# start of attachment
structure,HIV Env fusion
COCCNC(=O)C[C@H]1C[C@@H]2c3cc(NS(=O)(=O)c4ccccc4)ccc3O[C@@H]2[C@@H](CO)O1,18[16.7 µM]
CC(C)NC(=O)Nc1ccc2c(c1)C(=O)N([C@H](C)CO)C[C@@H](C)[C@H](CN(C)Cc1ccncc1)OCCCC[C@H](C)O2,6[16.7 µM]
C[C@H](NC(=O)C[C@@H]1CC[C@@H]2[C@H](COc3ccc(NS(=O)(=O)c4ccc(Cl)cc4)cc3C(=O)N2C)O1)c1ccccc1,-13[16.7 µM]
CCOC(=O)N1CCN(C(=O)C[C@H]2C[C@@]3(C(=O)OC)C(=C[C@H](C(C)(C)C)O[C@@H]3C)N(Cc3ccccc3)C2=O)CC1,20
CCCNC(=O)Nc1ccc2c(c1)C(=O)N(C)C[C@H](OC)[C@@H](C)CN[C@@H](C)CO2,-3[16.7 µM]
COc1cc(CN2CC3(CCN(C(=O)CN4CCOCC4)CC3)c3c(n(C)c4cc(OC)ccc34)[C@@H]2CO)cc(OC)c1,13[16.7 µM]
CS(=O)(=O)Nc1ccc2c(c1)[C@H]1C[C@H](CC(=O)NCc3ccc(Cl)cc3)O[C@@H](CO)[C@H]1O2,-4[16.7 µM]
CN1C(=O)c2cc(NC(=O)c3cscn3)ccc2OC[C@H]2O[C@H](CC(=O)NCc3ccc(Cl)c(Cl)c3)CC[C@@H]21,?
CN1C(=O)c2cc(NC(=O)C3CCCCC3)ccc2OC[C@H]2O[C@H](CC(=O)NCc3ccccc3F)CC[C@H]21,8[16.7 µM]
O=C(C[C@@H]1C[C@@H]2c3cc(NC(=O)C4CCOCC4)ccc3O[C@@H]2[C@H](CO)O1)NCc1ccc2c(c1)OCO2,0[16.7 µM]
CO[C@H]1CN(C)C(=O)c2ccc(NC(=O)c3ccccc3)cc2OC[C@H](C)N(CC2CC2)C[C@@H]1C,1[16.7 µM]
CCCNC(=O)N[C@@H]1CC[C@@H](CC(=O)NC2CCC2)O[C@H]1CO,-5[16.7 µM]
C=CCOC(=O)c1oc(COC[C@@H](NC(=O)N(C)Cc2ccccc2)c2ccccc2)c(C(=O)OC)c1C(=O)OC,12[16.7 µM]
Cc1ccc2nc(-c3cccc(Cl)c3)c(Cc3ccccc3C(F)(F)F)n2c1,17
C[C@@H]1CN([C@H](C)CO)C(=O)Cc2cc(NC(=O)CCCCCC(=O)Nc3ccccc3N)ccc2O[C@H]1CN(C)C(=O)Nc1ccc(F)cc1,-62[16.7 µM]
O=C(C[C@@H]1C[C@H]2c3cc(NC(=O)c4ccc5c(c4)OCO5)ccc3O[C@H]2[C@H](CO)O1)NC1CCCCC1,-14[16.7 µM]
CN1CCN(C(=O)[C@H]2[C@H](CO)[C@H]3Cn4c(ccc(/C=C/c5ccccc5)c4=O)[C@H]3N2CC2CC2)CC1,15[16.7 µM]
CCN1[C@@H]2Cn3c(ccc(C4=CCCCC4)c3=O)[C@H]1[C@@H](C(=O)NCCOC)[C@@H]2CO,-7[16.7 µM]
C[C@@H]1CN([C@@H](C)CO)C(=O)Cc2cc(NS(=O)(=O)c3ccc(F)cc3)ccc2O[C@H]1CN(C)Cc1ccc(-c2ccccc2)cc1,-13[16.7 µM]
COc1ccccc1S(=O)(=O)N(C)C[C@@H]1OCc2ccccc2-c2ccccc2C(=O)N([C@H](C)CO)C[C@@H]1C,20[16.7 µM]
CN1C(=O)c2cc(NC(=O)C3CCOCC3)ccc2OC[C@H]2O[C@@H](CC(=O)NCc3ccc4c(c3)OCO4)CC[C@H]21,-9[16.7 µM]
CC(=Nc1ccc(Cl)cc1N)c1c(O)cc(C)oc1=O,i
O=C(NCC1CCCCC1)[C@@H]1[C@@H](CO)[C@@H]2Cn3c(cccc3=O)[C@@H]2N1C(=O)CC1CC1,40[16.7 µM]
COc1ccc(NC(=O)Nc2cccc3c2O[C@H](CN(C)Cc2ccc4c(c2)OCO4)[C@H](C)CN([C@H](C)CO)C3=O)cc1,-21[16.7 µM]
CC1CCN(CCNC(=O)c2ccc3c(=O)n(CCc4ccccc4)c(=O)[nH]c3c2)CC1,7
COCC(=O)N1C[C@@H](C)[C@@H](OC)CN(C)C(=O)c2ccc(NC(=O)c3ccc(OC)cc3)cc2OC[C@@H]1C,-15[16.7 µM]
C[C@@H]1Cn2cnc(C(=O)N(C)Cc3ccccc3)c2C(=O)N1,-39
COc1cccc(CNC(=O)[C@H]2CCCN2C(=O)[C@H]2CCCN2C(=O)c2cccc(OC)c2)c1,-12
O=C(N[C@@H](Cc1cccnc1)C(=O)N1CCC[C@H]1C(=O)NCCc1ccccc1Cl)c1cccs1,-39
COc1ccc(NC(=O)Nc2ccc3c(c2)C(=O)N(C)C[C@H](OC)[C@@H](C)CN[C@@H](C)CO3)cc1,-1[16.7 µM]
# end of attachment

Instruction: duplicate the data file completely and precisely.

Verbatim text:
structure,HIV Env fusion
COCCNC(=O)C[C@H]1C[C@@H]2c3cc(NS(=O)(=O)c4ccccc4)ccc3O[C@@H]2[C@@H](CO)O1,18[16.7 µM]
CC(C)NC(=O)Nc1ccc2c(c1)C(=O)N([C@H](C)CO)C[C@@H](C)[C@H](CN(C)Cc1ccncc1)OCCCC[C@H](C)O2,6[16.7 µM]
C[C@H](NC(=O)C[C@@H]1CC[C@@H]2[C@H](COc3ccc(NS(=O)(=O)c4ccc(Cl)cc4)cc3C(=O)N2C)O1)c1ccccc1,-13[16.7 µM]
CCOC(=O)N1CCN(C(=O)C[C@H]2C[C@@]3(C(=O)OC)C(=C[C@H](C(C)(C)C)O[C@@H]3C)N(Cc3ccccc3)C2=O)CC1,20
CCCNC(=O)Nc1ccc2c(c1)C(=O)N(C)C[C@H](OC)[C@@H](C)CN[C@@H](C)CO2,-3[16.7 µM]
COc1cc(CN2CC3(CCN(C(=O)CN4CCOCC4)CC3)c3c(n(C)c4cc(OC)ccc34)[C@@H]2CO)cc(OC)c1,13[16.7 µM]
CS(=O)(=O)Nc1ccc2c(c1)[C@H]1C[C@H](CC(=O)NCc3ccc(Cl)cc3)O[C@@H](CO)[C@H]1O2,-4[16.7 µM]
CN1C(=O)c2cc(NC(=O)c3cscn3)ccc2OC[C@H]2O[C@H](CC(=O)NCc3ccc(Cl)c(Cl)c3)CC[C@@H]21,?
CN1C(=O)c2cc(NC(=O)C3CCCCC3)ccc2OC[C@H]2O[C@H](CC(=O)NCc3ccccc3F)CC[C@H]21,8[16.7 µM]
O=C(C[C@@H]1C[C@@H]2c3cc(NC(=O)C4CCOCC4)ccc3O[C@@H]2[C@H](CO)O1)NCc1ccc2c(c1)OCO2,0[16.7 µM]
CO[C@H]1CN(C)C(=O)c2ccc(NC(=O)c3ccccc3)cc2OC[C@H](C)N(CC2CC2)C[C@@H]1C,1[16.7 µM]
CCCNC(=O)N[C@@H]1CC[C@@H](CC(=O)NC2CCC2)O[C@H]1CO,-5[16.7 µM]
C=CCOC(=O)c1oc(COC[C@@H](NC(=O)N(C)Cc2ccccc2)c2ccccc2)c(C(=O)OC)c1C(=O)OC,12[16.7 µM]
Cc1ccc2nc(-c3cccc(Cl)c3)c(Cc3ccccc3C(F)(F)F)n2c1,17
C[C@@H]1CN([C@H](C)CO)C(=O)Cc2cc(NC(=O)CCCCCC(=O)Nc3ccccc3N)ccc2O[C@H]1CN(C)C(=O)Nc1ccc(F)cc1,-62[16.7 µM]
O=C(C[C@@H]1C[C@H]2c3cc(NC(=O)c4ccc5c(c4)OCO5)ccc3O[C@H]2[C@H](CO)O1)NC1CCCCC1,-14[16.7 µM]
CN1CCN(C(=O)[C@H]2[C@H](CO)[C@H]3Cn4c(ccc(/C=C/c5ccccc5)c4=O)[C@H]3N2CC2CC2)CC1,15[16.7 µM]
CCN1[C@@H]2Cn3c(ccc(C4=CCCCC4)c3=O)[C@H]1[C@@H](C(=O)NCCOC)[C@@H]2CO,-7[16.7 µM]
C[C@@H]1CN([C@@H](C)CO)C(=O)Cc2cc(NS(=O)(=O)c3ccc(F)cc3)ccc2O[C@H]1CN(C)Cc1ccc(-c2ccccc2)cc1,-13[16.7 µM]
COc1ccccc1S(=O)(=O)N(C)C[C@@H]1OCc2ccccc2-c2ccccc2C(=O)N([C@H](C)CO)C[C@@H]1C,20[16.7 µM]
CN1C(=O)c2cc(NC(=O)C3CCOCC3)ccc2OC[C@H]2O[C@@H](CC(=O)NCc3ccc4c(c3)OCO4)CC[C@H]21,-9[16.7 µM]
CC(=Nc1ccc(Cl)cc1N)c1c(O)cc(C)oc1=O,i
O=C(NCC1CCCCC1)[C@@H]1[C@@H](CO)[C@@H]2Cn3c(cccc3=O)[C@@H]2N1C(=O)CC1CC1,40[16.7 µM]
COc1ccc(NC(=O)Nc2cccc3c2O[C@H](CN(C)Cc2ccc4c(c2)OCO4)[C@H](C)CN([C@H](C)CO)C3=O)cc1,-21[16.7 µM]
CC1CCN(CCNC(=O)c2ccc3c(=O)n(CCc4ccccc4)c(=O)[nH]c3c2)CC1,7
COCC(=O)N1C[C@@H](C)[C@@H](OC)CN(C)C(=O)c2ccc(NC(=O)c3ccc(OC)cc3)cc2OC[C@@H]1C,-15[16.7 µM]
C[C@@H]1Cn2cnc(C(=O)N(C)Cc3ccccc3)c2C(=O)N1,-39
COc1cccc(CNC(=O)[C@H]2CCCN2C(=O)[C@H]2CCCN2C(=O)c2cccc(OC)c2)c1,-12
O=C(N[C@@H](Cc1cccnc1)C(=O)N1CCC[C@H]1C(=O)NCCc1ccccc1Cl)c1cccs1,-39
COc1ccc(NC(=O)Nc2ccc3c(c2)C(=O)N(C)C[C@H](OC)[C@@H](C)CN[C@@H](C)CO3)cc1,-1[16.7 µM]